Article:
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on 4 November 2013
It took me quite a while to read Patrick Barkham's book Badgerlands not because it is a bad book but the chapters on the cruelty, persecution and culling inflicted on badgers was upsetting and just made me put it down and try again in a few days. There are uplifting chapters on the descriptions of people being badger watchers and feeders. I am also glad that Mr. Barkham has at last been able to engage with badgers and his descriptions are also uplifting.
One professional reviewer describes Barkham's last chapter as superb. I agree. I was wondering if I was really going to get anything from the book because as an ecologist I was hopefully waiting for a positive dénouement. There it was in the final chapter. In 2006 when we then lived in Somerset we wrote to the National Farmers Union about the poor standards of animal husbandry that we were witnessing in Somerset. The response from the Director of Communications was that the standard of animal husbandry was an area of concern. He also said the NFU "did not normally give advice on husbandry to its members as traditionally that have been the province of Defra." He continues "However, we are actively considering the possibility of introducing a professional qualification for people who describe themselves as "farmers" with the object of raising standards and sorting out the bad apples".
Well seven years later there still seems to be a lot of "bad apples" out there and Barkham quotes six professional vets who insist that intensive dairy-farming has produced "mutant cows" unable to resist TB because of the appalling conditions and breeding they are subjected to. So we have made the badger the scapegoat for a deplorable situation. I have as much sympathy for farm animals as badgers and I don't wish to see any animal destroyed needlessly but the solution is not the random culling of a wild animal. Surely time for supermarkets to cough up some of their profits and pay farmers to ensure the welfare of their cows and raise standards and sort out the "bad apples". Politicians also need to understand this.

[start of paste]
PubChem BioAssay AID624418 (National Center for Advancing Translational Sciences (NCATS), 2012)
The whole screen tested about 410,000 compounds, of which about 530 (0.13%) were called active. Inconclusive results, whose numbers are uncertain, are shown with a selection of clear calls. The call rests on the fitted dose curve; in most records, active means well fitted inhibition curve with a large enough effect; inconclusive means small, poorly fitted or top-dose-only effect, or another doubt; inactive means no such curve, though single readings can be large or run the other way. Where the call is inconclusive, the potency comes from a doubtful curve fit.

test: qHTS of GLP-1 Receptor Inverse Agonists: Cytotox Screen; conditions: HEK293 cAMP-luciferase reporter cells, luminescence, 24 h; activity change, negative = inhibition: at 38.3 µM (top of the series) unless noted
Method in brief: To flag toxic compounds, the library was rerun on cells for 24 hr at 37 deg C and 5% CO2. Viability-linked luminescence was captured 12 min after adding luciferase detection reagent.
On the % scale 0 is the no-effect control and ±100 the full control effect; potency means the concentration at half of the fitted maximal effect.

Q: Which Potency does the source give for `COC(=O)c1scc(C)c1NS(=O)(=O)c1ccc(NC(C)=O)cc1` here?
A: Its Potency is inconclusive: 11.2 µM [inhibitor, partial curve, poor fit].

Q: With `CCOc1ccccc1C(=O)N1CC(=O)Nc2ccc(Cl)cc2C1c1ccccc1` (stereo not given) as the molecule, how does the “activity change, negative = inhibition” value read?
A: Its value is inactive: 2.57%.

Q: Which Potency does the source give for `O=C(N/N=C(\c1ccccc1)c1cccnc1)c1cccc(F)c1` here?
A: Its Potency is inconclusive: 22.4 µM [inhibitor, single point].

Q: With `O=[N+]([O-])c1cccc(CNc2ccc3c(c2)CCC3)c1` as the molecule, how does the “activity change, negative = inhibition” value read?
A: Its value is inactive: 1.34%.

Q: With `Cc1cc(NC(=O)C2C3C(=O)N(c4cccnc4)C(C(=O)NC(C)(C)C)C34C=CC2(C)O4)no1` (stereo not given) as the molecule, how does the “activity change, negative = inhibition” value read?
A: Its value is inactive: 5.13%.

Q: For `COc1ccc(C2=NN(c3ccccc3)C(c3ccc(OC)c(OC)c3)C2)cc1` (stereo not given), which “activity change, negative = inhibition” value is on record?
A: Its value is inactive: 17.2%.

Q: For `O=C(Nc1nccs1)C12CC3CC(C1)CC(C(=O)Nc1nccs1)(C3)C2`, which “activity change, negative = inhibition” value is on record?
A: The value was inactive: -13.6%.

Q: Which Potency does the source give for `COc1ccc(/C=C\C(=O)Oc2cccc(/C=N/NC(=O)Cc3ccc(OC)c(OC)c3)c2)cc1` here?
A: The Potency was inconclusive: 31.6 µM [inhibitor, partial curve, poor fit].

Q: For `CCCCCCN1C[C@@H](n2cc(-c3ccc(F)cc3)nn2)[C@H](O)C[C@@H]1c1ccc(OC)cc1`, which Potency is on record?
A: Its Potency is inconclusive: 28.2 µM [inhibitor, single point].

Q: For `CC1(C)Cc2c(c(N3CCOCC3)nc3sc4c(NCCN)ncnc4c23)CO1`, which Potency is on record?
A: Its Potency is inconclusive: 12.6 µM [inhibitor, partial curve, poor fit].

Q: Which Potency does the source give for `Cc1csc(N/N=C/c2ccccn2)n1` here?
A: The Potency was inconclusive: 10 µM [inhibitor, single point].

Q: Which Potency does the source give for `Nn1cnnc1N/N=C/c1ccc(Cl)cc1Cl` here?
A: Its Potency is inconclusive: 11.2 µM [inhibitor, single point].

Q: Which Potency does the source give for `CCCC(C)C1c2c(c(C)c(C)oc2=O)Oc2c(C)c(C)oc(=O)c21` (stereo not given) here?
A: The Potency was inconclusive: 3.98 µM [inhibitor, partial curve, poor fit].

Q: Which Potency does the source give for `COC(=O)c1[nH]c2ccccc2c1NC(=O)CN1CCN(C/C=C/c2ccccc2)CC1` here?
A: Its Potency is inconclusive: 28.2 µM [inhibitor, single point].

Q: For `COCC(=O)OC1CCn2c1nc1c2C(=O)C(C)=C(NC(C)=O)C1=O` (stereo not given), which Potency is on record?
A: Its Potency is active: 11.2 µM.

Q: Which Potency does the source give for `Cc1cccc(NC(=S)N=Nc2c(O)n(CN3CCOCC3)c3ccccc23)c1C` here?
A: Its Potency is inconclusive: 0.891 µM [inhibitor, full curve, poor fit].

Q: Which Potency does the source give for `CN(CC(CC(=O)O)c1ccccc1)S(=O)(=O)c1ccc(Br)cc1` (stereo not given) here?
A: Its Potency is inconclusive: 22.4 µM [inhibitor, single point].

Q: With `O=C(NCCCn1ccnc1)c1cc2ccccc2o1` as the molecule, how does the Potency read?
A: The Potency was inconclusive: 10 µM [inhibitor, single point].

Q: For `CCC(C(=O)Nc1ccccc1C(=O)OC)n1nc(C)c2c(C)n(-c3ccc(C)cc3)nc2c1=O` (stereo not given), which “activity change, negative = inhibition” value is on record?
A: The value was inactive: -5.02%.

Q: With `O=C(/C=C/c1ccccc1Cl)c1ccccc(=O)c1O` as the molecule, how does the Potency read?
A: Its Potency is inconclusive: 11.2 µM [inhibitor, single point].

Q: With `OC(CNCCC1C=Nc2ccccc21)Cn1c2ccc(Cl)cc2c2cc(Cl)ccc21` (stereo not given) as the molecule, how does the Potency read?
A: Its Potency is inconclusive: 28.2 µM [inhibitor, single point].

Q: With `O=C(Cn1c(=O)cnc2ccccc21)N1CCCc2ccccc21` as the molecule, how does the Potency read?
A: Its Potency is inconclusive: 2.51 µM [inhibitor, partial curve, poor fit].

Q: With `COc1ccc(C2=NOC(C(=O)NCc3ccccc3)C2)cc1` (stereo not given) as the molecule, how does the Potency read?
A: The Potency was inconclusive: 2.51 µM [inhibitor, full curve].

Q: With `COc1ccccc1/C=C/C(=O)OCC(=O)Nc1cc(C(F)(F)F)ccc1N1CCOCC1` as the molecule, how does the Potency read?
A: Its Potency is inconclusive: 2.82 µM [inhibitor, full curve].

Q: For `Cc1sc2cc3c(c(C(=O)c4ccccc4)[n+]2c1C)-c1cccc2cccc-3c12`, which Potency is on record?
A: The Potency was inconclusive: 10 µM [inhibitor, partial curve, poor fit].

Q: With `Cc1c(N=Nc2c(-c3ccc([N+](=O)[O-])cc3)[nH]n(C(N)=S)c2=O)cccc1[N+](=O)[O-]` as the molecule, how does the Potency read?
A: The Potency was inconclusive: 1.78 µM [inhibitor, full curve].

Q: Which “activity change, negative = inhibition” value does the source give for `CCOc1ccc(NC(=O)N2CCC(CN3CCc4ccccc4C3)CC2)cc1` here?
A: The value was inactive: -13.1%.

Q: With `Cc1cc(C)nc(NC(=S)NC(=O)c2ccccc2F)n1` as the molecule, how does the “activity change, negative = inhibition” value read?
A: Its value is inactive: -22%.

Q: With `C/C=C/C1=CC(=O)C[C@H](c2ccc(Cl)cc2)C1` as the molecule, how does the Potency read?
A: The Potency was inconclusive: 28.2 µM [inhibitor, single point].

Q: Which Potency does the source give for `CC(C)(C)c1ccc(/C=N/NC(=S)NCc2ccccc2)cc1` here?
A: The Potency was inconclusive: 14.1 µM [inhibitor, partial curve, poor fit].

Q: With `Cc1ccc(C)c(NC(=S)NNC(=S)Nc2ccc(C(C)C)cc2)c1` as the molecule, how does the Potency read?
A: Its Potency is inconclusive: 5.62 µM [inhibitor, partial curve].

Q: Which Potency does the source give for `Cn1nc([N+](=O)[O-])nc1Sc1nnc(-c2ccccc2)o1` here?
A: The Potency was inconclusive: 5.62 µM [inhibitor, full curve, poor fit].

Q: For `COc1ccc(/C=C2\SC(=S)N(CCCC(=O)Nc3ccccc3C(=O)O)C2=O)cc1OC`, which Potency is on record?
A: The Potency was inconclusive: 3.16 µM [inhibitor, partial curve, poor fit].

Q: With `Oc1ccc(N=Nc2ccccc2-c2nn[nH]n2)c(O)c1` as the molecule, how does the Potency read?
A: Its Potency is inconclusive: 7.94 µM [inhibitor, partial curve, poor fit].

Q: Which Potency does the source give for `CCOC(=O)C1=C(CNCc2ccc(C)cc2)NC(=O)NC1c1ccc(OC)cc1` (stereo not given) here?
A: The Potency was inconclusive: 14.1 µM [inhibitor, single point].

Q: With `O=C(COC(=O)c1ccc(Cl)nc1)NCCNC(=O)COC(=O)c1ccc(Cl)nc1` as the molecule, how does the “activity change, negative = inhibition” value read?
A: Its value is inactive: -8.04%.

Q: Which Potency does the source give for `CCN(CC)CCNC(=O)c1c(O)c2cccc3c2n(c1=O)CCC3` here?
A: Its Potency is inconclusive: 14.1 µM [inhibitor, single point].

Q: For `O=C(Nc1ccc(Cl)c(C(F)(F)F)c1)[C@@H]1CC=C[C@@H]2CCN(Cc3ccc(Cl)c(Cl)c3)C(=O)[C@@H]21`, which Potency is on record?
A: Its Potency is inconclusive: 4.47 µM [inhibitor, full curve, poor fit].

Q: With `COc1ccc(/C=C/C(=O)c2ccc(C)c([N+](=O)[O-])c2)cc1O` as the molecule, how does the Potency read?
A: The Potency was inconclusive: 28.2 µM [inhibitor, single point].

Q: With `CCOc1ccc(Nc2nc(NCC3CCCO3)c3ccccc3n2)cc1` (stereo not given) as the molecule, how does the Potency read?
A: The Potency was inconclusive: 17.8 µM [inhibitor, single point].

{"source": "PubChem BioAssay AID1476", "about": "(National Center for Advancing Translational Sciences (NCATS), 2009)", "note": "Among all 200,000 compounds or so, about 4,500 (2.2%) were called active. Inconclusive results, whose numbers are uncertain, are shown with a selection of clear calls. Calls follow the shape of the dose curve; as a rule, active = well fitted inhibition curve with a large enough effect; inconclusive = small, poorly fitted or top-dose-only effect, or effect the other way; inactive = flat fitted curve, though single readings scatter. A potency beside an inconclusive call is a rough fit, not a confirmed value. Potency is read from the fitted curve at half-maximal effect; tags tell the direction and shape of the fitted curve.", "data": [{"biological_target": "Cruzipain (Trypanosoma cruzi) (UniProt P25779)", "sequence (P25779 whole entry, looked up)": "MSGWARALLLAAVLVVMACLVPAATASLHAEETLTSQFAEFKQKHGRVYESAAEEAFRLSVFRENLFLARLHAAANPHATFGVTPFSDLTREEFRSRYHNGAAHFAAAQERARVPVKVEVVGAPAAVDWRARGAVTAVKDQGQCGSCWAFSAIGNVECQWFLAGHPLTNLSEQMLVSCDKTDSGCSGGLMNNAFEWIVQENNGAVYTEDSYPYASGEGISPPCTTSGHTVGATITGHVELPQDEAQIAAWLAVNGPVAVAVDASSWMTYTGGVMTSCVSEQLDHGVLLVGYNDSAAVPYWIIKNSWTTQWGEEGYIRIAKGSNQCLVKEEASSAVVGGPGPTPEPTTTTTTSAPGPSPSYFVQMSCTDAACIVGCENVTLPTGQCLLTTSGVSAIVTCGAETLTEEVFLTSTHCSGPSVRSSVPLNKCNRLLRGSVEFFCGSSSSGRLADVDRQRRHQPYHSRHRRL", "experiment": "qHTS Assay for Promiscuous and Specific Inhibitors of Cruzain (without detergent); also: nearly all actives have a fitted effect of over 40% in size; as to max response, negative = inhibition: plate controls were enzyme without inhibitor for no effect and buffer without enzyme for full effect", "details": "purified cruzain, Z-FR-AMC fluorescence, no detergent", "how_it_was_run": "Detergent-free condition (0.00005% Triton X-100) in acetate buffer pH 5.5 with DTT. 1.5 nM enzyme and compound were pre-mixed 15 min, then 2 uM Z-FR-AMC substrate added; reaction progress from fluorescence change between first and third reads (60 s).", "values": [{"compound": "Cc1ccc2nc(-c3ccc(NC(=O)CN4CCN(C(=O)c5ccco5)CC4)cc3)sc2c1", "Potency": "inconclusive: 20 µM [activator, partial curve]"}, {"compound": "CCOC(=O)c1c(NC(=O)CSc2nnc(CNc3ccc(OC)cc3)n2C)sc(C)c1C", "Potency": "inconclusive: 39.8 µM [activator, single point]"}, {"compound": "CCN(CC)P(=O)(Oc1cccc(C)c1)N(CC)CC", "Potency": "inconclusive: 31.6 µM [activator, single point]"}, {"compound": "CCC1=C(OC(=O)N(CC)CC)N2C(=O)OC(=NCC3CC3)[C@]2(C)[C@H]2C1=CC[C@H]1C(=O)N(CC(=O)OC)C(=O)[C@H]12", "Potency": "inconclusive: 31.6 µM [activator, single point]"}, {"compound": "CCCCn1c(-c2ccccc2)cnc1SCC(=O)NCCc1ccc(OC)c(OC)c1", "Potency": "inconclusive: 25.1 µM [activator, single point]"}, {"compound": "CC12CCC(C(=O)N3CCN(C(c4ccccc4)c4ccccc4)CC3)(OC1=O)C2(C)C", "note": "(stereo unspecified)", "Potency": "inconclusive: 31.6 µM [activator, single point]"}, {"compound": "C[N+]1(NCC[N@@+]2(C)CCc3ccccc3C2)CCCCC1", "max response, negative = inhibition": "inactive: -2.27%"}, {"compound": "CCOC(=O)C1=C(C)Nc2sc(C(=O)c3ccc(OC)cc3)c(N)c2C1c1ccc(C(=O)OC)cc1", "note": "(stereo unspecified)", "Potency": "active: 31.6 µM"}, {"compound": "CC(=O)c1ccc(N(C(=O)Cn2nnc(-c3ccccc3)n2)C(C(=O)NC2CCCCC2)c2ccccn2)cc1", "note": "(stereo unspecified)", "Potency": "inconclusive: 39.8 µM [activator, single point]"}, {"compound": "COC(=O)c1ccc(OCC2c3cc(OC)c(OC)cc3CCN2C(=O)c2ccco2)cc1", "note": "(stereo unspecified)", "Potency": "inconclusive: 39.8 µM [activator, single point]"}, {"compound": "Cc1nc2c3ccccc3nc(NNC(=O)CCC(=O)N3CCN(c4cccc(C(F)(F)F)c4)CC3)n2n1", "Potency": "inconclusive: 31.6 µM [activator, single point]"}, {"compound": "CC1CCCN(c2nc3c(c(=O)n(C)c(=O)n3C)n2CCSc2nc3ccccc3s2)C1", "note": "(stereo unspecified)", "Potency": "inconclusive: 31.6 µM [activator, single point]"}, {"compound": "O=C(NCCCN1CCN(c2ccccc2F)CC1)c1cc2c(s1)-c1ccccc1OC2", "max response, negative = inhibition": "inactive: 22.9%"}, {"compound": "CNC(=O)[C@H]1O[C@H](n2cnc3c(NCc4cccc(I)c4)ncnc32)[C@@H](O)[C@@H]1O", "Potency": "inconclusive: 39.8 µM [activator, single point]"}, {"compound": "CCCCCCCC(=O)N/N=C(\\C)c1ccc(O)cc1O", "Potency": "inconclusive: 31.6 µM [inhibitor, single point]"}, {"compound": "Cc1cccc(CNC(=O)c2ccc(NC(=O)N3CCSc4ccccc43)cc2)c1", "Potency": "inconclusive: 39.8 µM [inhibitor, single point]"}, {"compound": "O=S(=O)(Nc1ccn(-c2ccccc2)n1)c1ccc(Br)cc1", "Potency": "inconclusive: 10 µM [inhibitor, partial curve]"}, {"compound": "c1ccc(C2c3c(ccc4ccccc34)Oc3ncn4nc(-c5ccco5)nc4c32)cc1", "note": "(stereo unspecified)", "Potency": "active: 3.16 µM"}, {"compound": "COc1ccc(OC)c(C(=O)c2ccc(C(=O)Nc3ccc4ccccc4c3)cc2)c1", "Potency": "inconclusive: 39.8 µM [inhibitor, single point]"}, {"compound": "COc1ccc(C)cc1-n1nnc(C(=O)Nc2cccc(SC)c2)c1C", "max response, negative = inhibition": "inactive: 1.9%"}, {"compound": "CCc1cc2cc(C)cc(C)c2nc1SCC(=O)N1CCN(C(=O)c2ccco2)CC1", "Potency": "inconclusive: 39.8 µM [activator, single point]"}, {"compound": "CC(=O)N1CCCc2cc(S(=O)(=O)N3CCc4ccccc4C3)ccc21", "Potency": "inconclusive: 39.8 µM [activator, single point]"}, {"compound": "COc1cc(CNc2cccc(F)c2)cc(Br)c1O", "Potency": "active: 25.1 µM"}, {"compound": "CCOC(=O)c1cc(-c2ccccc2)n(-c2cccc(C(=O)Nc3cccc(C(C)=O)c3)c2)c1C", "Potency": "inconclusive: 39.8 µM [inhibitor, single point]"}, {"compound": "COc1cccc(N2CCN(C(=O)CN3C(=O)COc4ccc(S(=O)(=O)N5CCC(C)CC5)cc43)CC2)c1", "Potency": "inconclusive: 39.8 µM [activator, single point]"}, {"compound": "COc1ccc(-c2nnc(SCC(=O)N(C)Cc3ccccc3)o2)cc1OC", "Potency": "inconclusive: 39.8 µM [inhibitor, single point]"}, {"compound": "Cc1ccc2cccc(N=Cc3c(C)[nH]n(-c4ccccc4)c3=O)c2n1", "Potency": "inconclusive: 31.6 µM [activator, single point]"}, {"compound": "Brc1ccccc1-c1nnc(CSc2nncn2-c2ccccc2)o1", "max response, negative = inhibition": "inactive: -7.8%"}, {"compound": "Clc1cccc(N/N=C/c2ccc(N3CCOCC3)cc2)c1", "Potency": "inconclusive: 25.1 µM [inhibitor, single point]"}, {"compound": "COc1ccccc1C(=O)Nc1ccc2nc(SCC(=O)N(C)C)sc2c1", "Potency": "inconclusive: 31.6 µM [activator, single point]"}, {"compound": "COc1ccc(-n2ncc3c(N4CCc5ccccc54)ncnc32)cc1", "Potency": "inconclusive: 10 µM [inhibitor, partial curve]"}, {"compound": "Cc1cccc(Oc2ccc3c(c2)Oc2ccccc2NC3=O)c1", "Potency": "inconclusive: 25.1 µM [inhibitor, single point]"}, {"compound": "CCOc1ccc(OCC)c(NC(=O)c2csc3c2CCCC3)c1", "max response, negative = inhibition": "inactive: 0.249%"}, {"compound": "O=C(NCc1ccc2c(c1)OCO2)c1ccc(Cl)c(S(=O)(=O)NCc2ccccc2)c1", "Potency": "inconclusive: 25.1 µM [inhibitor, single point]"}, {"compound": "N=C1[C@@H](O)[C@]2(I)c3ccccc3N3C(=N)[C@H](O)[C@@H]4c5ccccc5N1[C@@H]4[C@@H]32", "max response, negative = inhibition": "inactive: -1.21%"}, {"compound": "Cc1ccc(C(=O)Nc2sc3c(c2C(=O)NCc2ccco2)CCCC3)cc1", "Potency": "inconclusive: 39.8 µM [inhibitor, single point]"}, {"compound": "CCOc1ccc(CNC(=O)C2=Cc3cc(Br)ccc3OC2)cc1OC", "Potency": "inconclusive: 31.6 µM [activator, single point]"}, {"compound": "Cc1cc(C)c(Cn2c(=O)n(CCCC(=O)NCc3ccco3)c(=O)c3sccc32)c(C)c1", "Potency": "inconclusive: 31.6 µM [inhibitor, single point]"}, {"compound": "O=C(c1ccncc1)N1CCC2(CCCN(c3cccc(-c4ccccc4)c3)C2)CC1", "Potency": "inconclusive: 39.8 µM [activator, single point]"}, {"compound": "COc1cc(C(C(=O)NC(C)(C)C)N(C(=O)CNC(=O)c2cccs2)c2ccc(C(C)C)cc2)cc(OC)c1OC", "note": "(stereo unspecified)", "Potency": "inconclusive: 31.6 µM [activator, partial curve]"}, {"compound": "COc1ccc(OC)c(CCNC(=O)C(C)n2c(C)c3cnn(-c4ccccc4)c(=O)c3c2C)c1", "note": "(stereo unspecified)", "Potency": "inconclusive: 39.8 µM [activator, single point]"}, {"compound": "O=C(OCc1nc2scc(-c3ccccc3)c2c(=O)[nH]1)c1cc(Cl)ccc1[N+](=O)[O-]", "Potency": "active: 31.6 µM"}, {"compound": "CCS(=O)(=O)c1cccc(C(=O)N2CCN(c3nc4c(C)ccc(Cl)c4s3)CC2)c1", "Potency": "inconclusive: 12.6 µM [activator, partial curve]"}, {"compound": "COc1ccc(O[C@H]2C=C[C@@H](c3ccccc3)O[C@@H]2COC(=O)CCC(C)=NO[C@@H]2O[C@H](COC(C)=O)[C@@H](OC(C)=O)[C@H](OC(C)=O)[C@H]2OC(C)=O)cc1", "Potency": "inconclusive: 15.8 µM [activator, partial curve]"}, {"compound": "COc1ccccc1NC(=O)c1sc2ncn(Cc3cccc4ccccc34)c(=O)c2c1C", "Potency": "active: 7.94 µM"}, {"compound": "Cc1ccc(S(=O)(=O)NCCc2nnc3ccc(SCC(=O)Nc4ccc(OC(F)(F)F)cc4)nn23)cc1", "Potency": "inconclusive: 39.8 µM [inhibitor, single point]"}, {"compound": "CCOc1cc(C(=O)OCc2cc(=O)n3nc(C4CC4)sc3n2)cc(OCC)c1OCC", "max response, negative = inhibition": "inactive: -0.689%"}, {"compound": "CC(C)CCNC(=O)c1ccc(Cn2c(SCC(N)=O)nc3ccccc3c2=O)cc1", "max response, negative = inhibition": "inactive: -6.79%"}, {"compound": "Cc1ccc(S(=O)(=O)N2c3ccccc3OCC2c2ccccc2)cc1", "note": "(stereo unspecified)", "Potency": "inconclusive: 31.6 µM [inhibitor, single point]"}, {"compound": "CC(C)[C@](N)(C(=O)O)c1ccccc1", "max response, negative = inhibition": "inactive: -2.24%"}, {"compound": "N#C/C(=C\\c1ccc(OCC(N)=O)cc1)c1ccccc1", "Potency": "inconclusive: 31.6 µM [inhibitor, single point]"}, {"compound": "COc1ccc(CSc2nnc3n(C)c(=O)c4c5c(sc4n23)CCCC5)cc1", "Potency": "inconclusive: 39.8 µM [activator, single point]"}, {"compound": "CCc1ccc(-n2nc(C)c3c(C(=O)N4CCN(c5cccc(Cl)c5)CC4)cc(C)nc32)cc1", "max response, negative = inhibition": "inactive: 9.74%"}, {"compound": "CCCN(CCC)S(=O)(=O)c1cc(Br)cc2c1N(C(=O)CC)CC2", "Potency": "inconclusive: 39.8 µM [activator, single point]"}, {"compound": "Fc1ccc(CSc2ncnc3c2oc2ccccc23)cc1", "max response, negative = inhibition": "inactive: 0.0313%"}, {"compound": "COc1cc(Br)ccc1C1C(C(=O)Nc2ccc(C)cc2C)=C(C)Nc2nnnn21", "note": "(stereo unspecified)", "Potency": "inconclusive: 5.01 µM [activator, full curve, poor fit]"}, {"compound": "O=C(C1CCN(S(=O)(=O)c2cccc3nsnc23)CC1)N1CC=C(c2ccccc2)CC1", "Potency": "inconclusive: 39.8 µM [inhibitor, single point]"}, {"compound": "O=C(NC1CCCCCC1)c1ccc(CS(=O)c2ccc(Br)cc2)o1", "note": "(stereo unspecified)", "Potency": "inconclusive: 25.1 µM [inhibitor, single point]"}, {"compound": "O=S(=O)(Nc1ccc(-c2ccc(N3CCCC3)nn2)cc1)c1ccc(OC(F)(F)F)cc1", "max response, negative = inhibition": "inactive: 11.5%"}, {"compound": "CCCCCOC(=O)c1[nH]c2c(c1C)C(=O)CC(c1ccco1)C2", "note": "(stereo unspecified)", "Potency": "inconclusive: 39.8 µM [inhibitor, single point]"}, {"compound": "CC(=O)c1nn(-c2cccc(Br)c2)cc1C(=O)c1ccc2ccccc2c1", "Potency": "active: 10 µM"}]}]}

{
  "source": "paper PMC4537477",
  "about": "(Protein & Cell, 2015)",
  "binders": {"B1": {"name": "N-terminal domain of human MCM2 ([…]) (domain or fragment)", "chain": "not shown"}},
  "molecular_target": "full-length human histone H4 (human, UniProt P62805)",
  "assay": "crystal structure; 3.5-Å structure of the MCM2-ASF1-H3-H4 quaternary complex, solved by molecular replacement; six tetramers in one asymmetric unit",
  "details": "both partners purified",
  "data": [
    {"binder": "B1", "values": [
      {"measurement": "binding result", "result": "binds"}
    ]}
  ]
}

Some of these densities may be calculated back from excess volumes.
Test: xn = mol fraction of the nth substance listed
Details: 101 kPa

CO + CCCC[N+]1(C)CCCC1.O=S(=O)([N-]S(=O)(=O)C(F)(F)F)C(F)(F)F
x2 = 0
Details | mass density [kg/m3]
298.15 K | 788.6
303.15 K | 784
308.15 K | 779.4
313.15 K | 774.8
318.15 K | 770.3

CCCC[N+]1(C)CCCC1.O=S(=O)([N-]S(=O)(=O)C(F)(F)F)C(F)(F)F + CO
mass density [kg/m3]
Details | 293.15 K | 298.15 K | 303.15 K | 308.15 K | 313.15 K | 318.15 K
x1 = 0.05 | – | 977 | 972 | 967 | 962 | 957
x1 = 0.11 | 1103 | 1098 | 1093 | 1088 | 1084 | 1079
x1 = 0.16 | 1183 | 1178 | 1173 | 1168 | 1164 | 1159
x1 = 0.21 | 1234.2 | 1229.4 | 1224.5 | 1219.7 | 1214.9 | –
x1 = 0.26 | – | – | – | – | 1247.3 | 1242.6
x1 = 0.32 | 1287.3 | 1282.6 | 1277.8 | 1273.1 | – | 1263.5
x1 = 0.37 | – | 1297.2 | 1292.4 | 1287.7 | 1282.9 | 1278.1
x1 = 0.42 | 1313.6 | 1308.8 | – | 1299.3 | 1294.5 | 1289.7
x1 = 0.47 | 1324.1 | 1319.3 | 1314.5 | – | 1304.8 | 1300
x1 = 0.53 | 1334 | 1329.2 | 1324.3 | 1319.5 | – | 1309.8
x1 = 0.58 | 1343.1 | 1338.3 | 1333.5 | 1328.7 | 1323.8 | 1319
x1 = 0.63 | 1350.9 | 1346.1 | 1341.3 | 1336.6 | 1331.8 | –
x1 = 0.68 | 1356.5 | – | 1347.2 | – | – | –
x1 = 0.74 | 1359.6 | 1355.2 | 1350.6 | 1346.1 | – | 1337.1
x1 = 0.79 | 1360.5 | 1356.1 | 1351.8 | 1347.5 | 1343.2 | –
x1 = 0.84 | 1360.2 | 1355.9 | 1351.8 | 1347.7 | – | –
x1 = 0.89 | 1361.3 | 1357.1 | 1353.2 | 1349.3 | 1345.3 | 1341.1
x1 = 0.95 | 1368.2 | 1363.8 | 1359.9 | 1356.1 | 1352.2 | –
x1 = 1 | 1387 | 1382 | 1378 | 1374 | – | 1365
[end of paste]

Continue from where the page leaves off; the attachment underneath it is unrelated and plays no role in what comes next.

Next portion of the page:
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on 16 March 2014
I had heard lot about this book, having followed the recent tragedy in our countryside where so many badgers have been needlessly killed, and I was not disappointed. It is absolutely beautifully written, weaving the reader into the spell of the countryside and night time vigils so you could almost feel you were there, but as other reviewers have said, it is done in an incredibly balanced way so that the reader can see the picture from all sides, to understand the perspective of both badger lovers and haters. Again like others, a couple of chapters I found very hard and upsetting to read regarding torture and persecution these wonderful animals have had to experience from humans for hundreds of years, but Patrick has done an excellent job at trying to keep any of his own sentimentality out, whilst still expressing the deep passion of 'badger feeders', and the conviction of the scientists and vets as to the real causes behind the cruelty inflicted and the issues of bTB. Even if you are someone who has had little interest in badgers I don't believe you could fail to learn and enjoy this book and realise the importance of these enigmatic creatures. The bTB issue is even more poignant now, as unbeknown at the time the book was written, the statistics on levels of disease have now been proven to have dropped far more than ascertained at the start of the badger cull, due to errors in the Defra computer system.

Any lover of wildlife and/or our countryside will find this a wonderful read, and those that aren't - well may just change their minds.
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on 27 January 2014
There are very few creatures that capture the mystery of the British countryside better than the badger – red squirrels and otters being the only other contenders.

So, a book about the place on Earth that has more badgers per square foot than anywhere else is almost certainly going to be a winner. The only thing that could hold back a book like this would be poor writing and dull characters.